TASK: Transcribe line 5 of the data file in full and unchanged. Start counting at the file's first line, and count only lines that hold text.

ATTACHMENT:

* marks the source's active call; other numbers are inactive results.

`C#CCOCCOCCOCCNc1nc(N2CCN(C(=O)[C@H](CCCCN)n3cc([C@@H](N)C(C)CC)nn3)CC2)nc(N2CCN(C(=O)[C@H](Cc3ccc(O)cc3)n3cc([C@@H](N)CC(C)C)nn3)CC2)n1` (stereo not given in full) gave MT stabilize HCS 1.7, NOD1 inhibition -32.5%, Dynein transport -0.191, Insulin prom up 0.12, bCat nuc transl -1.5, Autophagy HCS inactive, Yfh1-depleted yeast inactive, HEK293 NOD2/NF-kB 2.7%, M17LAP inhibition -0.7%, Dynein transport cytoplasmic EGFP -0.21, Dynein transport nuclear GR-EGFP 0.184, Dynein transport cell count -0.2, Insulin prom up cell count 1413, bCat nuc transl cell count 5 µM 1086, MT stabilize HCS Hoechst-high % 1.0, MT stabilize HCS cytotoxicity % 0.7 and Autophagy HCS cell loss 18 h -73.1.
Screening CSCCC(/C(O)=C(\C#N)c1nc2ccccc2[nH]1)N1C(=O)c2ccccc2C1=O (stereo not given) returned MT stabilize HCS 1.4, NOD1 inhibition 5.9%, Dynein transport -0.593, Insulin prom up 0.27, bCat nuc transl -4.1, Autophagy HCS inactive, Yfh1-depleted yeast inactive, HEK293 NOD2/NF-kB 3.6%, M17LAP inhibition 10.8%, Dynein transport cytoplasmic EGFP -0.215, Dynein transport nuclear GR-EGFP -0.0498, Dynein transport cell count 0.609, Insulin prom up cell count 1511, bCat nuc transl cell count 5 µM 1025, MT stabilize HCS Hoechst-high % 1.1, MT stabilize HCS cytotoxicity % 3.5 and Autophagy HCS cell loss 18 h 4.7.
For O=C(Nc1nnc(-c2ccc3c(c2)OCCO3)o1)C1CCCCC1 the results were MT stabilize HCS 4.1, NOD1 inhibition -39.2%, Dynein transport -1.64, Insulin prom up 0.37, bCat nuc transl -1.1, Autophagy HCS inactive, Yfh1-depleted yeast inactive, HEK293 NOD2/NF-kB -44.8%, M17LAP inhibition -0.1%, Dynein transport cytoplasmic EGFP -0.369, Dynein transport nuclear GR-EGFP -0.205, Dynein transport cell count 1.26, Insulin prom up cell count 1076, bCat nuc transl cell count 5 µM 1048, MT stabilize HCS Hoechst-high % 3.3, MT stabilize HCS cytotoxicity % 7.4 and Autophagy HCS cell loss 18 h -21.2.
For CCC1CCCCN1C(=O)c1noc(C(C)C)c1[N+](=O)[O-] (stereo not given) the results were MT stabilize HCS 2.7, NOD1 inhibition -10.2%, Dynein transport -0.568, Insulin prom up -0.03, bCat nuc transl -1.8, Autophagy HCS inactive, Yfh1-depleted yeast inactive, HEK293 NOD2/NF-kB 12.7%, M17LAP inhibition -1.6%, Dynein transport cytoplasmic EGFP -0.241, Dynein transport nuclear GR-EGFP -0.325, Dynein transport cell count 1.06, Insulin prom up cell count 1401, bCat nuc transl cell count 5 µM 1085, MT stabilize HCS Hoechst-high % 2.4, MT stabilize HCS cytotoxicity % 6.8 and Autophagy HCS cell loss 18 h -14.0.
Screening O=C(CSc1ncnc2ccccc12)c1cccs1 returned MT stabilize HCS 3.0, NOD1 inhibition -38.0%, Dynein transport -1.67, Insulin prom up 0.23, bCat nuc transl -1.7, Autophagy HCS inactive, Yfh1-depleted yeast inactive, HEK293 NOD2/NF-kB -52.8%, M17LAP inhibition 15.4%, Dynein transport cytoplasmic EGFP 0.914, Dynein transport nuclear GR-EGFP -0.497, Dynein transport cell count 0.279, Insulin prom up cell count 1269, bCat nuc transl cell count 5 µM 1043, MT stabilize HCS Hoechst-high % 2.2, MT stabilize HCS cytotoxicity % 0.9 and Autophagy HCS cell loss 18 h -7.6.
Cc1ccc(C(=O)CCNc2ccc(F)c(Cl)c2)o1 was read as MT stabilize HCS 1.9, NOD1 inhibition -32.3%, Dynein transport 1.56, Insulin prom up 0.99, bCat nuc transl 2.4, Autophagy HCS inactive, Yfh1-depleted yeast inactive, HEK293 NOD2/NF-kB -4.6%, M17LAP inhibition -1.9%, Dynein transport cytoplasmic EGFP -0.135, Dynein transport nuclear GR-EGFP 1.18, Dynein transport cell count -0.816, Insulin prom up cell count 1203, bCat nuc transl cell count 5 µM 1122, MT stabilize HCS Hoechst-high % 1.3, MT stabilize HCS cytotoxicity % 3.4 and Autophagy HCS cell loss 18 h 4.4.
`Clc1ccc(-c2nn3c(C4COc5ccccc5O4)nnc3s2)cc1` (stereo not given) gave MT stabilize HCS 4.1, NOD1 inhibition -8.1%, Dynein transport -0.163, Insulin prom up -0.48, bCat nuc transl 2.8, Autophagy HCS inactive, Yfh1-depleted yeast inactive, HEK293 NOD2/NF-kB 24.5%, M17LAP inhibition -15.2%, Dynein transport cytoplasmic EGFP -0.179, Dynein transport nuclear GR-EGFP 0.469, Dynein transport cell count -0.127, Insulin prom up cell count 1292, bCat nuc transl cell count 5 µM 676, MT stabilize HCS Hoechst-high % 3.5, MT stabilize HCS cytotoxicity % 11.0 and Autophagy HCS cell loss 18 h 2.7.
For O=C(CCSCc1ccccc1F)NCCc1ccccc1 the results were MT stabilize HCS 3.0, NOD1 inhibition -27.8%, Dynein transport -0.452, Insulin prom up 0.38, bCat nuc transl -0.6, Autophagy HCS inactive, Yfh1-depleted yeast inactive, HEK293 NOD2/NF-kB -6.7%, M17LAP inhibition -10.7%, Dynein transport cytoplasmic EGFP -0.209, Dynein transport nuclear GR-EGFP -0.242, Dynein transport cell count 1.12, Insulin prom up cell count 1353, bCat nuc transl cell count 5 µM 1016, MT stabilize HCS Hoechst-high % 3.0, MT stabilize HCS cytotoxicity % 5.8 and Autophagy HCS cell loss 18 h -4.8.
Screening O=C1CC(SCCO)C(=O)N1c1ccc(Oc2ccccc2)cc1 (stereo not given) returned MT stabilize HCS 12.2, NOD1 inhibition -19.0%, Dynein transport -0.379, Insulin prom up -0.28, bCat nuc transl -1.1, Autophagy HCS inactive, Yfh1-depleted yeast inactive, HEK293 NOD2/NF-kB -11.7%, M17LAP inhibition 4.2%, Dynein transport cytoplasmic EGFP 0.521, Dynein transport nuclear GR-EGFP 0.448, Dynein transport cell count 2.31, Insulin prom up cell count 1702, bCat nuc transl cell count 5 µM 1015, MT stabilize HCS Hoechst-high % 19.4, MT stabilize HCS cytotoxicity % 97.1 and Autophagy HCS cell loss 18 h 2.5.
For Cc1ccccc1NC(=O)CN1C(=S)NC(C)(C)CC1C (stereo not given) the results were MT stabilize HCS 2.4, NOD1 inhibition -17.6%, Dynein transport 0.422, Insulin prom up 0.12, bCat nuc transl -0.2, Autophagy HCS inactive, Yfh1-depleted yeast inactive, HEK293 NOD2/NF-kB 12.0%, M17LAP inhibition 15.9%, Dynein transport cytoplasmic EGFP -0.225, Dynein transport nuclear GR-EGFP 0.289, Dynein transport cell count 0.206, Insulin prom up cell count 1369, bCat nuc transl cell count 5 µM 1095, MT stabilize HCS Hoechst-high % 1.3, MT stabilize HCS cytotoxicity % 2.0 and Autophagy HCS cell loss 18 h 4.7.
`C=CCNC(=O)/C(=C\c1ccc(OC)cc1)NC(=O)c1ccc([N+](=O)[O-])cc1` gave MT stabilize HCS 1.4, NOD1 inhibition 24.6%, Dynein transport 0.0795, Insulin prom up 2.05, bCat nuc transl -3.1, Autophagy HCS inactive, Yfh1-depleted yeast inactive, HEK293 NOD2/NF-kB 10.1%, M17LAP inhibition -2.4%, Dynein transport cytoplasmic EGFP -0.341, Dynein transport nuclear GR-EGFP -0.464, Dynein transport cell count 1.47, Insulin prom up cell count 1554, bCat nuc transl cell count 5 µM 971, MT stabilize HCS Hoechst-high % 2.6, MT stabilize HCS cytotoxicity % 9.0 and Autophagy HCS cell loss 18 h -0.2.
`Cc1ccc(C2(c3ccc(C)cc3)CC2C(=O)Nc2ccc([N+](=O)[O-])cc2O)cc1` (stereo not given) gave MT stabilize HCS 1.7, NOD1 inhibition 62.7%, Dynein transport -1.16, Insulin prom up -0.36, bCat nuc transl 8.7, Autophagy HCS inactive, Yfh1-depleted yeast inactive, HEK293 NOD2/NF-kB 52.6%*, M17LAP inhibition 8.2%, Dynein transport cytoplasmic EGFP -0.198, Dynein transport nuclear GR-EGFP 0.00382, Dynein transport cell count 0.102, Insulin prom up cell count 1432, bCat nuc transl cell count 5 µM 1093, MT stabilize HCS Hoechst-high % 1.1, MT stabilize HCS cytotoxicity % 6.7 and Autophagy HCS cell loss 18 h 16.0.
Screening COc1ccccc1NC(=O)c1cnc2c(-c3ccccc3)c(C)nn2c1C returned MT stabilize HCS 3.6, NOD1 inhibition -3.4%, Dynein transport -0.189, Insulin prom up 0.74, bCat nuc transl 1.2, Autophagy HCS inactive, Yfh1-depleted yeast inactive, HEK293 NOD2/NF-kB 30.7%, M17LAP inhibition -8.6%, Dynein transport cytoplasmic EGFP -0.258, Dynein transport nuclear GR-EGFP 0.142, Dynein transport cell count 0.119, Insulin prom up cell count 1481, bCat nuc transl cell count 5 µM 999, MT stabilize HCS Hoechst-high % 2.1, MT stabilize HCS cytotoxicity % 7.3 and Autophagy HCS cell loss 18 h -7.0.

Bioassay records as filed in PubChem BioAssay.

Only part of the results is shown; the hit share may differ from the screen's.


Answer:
For CCC1CCCCN1C(=O)c1noc(C(C)C)c1[N+](=O)[O-] (stereo not given) the results were MT stabilize HCS 2.7, NOD1 inhibition -10.2%, Dynein transport -0.568, Insulin prom up -0.03, bCat nuc transl -1.8, Autophagy HCS inactive, Yfh1-depleted yeast inactive, HEK293 NOD2/NF-kB 12.7%, M17LAP inhibition -1.6%, Dynein transport cytoplasmic EGFP -0.241, Dynein transport nuclear GR-EGFP -0.325, Dynein transport cell count 1.06, Insulin prom up cell count 1401, bCat nuc transl cell count 5 µM 1085, MT stabilize HCS Hoechst-high % 2.4, MT stabilize HCS cytotoxicity % 6.8 and Autophagy HCS cell loss 18 h -14.0.